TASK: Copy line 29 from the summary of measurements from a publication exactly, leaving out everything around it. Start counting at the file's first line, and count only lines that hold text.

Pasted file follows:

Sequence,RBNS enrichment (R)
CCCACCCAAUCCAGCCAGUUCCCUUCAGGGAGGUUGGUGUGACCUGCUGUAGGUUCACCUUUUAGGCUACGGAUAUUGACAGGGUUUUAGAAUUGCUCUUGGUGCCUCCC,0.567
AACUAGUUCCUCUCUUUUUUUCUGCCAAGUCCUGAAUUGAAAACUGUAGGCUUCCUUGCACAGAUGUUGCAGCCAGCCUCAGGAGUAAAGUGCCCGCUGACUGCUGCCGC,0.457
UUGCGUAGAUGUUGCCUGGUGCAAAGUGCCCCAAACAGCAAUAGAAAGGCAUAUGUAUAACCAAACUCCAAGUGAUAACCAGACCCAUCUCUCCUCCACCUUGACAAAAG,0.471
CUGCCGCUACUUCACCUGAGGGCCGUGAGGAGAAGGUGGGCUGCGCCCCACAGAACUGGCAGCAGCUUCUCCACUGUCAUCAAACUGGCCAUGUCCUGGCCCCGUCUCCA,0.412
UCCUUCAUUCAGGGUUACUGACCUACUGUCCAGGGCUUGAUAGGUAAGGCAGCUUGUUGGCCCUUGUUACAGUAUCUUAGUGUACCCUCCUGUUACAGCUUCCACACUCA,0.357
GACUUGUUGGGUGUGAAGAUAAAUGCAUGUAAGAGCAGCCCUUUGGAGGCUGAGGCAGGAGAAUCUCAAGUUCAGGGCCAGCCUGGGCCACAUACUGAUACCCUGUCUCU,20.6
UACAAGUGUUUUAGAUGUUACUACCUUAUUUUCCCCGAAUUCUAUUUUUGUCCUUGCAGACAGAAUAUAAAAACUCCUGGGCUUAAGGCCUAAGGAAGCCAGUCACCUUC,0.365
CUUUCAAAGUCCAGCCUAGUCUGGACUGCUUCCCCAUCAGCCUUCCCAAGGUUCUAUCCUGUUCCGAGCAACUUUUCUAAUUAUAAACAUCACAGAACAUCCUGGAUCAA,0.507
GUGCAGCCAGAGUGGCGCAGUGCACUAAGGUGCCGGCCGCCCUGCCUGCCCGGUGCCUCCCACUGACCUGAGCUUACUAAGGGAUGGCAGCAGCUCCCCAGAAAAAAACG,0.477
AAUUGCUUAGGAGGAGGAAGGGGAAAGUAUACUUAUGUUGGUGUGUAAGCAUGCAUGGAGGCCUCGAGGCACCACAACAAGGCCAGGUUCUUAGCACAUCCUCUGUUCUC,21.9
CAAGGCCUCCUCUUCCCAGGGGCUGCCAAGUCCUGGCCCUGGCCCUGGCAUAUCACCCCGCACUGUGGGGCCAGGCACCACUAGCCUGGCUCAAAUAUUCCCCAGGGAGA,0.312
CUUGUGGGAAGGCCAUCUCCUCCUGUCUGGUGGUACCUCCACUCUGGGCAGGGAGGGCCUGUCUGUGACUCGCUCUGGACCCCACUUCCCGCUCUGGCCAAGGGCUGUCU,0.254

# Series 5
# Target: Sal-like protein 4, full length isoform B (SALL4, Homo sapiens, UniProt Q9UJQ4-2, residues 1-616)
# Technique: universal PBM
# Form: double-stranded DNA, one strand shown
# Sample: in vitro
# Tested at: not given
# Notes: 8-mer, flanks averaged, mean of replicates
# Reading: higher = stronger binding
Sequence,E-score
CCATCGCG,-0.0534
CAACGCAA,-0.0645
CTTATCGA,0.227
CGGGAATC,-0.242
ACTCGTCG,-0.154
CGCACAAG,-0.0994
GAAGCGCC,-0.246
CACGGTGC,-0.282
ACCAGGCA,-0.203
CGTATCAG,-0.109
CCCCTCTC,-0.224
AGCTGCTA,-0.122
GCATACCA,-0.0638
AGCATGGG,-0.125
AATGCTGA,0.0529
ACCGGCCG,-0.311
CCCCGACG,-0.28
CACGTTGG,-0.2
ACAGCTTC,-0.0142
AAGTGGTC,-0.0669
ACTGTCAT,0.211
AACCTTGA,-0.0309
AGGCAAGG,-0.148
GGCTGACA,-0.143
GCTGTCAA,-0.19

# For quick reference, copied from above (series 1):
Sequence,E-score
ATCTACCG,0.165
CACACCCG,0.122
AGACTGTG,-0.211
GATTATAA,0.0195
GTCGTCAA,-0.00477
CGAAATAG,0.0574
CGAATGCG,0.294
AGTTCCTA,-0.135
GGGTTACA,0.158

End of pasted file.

GAAGCGCC,-0.246